Unraveling CITES CoP17: The Good, the Bad and the Ugly!
As the week came to a close, so does the world largest Wildlife conference, the Convention on International Trade in Endangered Species (CITES) CoP17, where government officials, NGOs, scientists, journalists and 34 youth representatives gathered to discuss the future of the world's most endangered wildlife.
Haled as a game changer by John E. Scanlon, Secretary-General of CITES, a Conference of Parties "that will be remembered as a point in history when the tide turned in favor of ensuring the survival of our most vulnerable wildlife".
The parties voted on 62 species-listing proposals, countless working documents, discussing law enforcement efforts and demand reduction strategies, as well as participating in numerous side events on topics such as the existing illegal trade in the totoaba swim bladders affecting vaquita porpoise populations in Mexico and of course empowering youth as future conservation leaders.
But all this talk can be confusing, what do all these resolutions and decisions mean? What will actually happen now to individual species and animals across the world?
The (Quick) Breakdown
The way CITES operates is that each of it government delegations from 183 member countries get a vote on proposed changes to wildlife trade practices. On a species level, these votes revolve around whether or not to include said species on one of the CITES Appendices (see below). Each country's vote counts as one vote, either a Yes, No or Abstain. NGOs, scientists and other governments can lobby the key decision makers during these debates.
Appendix I: Listing a species in this appendix grants it the highest level of international protection. No trade is permitted across international boarders unless in strict non-commercial circumstances such as for scientific research.
Appendix II: Species on this list are not necessarily threatened with extinction but may become so unless trade is closely controlled. CITES export permits are required to trade in specimens of these species and 'look-alike species' (species whose specimens in trade look like those of species listed for conservation reasons).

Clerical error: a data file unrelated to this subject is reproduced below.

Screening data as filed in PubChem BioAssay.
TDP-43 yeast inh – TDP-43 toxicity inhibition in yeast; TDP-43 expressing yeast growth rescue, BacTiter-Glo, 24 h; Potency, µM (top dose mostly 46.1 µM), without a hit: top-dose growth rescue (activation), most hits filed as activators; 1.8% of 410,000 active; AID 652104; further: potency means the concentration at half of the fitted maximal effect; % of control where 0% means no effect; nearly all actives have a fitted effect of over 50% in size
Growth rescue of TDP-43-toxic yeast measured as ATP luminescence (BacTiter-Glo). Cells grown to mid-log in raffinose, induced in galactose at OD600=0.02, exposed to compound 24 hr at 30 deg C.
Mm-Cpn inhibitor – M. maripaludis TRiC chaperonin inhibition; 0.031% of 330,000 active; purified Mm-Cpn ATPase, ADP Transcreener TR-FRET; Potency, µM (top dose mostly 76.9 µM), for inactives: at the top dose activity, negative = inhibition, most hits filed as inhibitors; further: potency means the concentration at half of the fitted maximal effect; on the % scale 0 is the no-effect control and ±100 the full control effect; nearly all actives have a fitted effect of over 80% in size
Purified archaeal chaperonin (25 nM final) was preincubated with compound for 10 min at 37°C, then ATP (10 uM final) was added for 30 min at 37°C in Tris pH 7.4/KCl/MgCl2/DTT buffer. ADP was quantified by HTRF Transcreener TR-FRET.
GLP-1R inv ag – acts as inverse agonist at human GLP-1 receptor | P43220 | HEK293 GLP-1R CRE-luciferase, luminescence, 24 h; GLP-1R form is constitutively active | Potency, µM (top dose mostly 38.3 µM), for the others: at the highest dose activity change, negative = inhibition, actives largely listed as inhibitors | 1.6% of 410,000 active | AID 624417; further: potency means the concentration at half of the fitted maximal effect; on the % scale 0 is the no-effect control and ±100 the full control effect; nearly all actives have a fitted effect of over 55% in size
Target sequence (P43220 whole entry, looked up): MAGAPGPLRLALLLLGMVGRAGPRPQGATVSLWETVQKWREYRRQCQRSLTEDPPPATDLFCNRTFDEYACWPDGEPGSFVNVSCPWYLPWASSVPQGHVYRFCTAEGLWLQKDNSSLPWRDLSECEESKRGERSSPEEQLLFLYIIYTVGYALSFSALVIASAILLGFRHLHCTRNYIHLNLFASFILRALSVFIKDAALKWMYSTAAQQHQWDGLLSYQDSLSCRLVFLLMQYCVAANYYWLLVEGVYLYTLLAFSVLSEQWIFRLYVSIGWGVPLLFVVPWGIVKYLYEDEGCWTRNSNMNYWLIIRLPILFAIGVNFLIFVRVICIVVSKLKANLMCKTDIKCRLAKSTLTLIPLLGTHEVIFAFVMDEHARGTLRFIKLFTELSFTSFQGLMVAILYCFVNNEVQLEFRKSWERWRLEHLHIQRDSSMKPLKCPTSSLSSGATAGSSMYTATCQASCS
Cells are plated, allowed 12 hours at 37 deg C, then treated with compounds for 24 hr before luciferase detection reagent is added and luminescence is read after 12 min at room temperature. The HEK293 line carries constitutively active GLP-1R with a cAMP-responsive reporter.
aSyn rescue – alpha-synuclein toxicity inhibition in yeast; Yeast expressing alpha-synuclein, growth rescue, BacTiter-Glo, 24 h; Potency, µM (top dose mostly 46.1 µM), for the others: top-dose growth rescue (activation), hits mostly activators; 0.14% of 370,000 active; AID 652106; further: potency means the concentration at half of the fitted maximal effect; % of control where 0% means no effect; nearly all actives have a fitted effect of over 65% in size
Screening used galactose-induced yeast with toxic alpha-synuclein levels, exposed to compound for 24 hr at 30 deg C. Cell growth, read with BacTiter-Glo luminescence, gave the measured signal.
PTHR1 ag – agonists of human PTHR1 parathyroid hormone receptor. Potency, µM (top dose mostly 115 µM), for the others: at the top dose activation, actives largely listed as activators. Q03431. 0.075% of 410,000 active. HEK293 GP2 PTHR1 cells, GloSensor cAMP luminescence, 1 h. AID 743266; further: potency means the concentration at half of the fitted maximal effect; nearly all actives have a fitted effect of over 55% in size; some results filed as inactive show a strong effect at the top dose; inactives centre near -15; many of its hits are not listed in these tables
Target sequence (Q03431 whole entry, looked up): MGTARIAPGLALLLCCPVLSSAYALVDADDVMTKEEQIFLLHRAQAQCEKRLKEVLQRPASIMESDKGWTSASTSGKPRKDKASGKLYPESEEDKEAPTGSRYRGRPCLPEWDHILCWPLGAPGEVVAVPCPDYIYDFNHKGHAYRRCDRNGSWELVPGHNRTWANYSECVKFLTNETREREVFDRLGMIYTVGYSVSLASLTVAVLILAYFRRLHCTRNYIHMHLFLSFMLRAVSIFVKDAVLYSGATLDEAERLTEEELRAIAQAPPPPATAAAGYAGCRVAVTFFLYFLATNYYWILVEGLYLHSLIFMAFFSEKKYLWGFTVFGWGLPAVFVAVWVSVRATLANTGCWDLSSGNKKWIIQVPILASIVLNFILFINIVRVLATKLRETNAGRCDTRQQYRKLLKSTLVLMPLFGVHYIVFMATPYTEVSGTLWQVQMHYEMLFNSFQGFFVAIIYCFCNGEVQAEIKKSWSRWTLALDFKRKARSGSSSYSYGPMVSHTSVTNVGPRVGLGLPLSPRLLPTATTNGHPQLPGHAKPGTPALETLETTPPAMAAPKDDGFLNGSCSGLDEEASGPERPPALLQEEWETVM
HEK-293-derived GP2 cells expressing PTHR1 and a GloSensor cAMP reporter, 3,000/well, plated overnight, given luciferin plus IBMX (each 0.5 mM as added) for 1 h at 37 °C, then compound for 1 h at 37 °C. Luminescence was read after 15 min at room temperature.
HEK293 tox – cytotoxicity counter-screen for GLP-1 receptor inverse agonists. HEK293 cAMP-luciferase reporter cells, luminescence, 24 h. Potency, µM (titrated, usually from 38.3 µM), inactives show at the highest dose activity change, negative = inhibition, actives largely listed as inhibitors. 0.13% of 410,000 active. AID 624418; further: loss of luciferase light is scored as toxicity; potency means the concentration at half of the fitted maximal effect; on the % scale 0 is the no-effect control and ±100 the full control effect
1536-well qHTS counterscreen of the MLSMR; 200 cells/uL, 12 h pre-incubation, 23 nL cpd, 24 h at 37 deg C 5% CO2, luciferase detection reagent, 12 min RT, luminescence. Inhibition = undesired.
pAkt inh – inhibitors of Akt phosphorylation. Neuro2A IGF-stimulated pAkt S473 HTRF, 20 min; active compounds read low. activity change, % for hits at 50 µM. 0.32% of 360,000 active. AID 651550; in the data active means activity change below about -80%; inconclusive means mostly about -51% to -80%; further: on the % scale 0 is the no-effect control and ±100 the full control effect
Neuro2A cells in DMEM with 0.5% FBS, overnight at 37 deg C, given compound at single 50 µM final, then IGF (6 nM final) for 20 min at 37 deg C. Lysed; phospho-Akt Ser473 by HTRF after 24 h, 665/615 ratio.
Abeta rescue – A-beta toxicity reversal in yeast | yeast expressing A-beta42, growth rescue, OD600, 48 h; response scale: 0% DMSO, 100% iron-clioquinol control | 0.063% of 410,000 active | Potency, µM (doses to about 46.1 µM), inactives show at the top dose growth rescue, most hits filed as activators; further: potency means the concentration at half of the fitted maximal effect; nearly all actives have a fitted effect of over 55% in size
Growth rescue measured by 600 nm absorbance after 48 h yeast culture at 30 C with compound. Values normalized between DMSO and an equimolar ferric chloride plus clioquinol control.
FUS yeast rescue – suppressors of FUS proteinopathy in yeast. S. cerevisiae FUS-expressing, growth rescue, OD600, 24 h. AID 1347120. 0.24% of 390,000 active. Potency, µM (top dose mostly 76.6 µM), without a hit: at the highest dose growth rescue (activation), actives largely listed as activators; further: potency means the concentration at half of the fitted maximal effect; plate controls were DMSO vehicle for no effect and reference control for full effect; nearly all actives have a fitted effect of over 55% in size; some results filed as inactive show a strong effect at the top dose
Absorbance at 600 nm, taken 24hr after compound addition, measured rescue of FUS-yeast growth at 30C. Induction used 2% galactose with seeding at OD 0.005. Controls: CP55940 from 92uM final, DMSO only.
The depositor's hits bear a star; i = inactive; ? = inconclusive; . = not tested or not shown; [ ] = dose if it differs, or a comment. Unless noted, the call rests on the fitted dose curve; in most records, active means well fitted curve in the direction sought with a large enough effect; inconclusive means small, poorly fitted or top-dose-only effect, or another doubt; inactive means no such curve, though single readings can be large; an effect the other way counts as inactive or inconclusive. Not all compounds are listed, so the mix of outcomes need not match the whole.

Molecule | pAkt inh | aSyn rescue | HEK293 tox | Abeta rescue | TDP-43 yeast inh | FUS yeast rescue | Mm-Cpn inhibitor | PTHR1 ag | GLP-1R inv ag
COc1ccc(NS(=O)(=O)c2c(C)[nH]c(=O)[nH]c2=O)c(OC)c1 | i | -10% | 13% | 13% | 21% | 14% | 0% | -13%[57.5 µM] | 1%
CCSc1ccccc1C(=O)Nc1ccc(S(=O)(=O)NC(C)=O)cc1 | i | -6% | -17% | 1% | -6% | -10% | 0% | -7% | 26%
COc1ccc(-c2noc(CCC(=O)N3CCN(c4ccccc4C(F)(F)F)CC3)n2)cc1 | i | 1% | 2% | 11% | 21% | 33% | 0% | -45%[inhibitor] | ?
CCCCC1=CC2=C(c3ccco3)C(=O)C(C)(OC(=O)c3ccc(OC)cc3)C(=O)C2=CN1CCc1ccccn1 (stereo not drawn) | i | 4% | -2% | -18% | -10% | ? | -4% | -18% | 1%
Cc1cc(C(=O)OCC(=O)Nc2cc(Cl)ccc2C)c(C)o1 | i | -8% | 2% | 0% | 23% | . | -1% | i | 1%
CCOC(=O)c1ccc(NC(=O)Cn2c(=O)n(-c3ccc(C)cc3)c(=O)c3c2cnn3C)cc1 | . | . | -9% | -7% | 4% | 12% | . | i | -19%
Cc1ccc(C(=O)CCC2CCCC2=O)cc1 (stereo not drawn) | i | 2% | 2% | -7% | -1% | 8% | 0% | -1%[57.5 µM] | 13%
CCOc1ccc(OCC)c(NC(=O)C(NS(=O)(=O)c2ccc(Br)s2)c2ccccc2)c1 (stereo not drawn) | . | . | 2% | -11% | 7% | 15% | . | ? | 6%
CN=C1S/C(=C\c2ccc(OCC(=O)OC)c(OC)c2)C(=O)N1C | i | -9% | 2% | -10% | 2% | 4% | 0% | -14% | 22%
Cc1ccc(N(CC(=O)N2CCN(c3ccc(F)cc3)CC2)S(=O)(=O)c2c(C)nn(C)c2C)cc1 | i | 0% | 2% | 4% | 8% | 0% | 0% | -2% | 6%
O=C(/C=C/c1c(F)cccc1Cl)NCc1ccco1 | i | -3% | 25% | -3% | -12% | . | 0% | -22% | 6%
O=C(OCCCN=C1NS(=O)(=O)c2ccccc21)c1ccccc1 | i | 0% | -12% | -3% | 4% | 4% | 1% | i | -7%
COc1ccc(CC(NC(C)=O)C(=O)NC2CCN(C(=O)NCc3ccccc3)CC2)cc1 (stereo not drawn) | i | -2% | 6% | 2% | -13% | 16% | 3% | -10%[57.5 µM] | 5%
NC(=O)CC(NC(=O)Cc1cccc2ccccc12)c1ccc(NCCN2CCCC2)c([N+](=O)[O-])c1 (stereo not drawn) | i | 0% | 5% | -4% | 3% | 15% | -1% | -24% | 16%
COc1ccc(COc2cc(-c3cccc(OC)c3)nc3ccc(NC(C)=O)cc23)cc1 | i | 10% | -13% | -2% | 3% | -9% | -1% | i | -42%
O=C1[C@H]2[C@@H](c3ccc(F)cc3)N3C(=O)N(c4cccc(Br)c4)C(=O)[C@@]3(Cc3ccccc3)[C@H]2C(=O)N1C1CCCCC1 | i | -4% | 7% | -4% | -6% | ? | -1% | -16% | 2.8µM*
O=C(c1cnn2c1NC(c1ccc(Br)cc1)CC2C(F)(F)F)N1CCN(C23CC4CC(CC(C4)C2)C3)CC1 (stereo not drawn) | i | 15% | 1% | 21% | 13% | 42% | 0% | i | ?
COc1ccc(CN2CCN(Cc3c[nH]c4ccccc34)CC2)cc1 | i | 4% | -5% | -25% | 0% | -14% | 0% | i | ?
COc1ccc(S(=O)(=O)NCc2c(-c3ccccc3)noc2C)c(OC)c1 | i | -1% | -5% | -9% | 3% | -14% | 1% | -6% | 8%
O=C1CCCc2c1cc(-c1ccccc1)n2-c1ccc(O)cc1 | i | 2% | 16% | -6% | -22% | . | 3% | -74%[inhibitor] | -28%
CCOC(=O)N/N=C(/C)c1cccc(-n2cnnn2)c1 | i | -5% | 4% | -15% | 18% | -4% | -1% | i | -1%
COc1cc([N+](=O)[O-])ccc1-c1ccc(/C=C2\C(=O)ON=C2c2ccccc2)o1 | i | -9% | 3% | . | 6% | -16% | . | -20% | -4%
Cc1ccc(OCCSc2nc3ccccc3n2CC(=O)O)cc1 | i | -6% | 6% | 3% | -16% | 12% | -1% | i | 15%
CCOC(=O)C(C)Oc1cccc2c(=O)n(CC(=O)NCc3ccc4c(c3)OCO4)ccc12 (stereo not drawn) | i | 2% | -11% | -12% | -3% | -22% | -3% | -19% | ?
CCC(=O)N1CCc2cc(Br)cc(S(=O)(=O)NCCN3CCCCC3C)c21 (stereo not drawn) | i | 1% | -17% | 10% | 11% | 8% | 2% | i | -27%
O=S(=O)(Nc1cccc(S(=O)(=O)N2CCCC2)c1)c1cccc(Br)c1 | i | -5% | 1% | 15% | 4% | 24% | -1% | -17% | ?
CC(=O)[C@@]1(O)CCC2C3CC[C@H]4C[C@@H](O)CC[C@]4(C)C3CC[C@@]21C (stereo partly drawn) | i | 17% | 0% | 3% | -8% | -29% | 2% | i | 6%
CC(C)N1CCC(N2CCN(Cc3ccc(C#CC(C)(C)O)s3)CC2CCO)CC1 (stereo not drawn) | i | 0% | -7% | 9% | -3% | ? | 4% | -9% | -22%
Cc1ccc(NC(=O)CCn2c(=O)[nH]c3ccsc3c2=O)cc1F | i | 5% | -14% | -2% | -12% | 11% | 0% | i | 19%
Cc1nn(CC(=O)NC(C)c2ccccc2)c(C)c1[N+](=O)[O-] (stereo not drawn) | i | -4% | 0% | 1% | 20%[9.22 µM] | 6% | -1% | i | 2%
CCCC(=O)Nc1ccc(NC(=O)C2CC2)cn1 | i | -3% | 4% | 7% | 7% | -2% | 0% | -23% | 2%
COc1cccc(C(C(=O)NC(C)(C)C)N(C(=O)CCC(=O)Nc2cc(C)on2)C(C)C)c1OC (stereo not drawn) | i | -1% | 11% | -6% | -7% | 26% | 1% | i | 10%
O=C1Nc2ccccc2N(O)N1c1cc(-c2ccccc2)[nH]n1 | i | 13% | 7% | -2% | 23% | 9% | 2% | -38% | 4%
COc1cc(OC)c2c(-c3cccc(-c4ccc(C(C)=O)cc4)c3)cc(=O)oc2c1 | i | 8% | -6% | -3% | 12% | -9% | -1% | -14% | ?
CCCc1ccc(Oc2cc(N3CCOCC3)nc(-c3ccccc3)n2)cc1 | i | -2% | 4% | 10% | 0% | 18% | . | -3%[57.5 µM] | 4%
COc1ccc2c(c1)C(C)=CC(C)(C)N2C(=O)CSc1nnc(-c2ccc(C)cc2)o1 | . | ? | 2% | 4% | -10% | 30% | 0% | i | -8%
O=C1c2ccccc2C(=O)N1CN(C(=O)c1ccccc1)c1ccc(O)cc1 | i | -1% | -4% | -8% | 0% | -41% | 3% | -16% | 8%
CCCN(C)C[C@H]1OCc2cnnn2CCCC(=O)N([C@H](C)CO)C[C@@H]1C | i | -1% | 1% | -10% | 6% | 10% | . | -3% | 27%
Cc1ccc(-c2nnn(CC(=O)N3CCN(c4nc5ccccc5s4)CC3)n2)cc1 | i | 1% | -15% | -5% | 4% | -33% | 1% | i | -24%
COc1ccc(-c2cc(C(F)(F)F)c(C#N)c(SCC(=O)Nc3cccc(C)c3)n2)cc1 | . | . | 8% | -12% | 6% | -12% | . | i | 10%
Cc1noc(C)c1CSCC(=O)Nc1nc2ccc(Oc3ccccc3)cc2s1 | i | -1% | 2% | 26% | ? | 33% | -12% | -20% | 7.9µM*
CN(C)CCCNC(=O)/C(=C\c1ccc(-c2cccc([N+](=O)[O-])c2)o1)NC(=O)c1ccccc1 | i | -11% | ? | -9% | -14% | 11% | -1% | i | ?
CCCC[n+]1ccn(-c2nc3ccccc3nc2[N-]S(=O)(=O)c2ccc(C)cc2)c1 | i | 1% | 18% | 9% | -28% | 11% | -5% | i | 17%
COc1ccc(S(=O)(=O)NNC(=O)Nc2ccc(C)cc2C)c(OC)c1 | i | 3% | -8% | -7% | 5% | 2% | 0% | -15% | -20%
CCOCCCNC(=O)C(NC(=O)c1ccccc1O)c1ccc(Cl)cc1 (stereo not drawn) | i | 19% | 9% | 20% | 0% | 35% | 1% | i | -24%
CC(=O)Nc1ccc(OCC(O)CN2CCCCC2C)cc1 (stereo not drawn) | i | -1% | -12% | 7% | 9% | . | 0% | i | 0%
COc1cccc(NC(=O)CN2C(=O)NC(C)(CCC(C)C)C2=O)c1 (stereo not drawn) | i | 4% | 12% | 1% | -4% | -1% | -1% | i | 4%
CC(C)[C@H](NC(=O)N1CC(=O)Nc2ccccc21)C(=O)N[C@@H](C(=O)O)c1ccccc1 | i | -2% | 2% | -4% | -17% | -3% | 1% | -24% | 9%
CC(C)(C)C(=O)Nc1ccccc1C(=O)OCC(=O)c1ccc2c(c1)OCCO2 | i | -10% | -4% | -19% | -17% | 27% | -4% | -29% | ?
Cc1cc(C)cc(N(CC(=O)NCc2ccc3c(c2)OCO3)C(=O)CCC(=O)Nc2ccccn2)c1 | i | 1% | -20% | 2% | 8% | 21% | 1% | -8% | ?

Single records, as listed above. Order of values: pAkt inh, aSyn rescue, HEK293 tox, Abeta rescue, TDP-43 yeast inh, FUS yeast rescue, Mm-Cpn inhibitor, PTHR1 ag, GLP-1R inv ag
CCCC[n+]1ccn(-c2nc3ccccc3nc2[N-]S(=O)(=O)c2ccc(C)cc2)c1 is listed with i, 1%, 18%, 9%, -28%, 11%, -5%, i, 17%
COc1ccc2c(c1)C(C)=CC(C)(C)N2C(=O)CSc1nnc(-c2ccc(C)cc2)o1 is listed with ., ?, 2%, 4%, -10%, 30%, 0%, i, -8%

There were some substantial victories for conservationist this year, many lesser known species received a great deal of attention and the highest level of protection, including:
- From the ocean thresher sharks, are now listed on Appendix II. Ensuring that all fins that are traded internationally are from sustainably managed fisheries that do not harm wild populations, a great win also local communities in the Philippines that rely on these species for sustainable income through ecotourism. Silky sharks and devil rays were also granted the same protection.
- From the skies African Grey parrots were transferred to Appendix I. Trapping for the pet trade and habitat destruction has decimated this species and wild numbers have plummeted. Captive bred populations can still be traded if registered with CITES, but this must be closely monitored.
- Pangolins were overwhelmingly supported as all 8 species received Appendix I protection, this is a critical step towards saving the world's most trafficked mammal as now it eliminates uncertainty for law enforcement officials, a problem before when only the 4 Asian species held a zero export quota. It is almost impossible to tell what pangolin species are being traded when they are only found as loose scales or raw meat.
- Following shortly after came the up-listing of Barbary macaques, Europe's only non-human primate threatened by poaching and the exotic pet trade, another unanimous vote.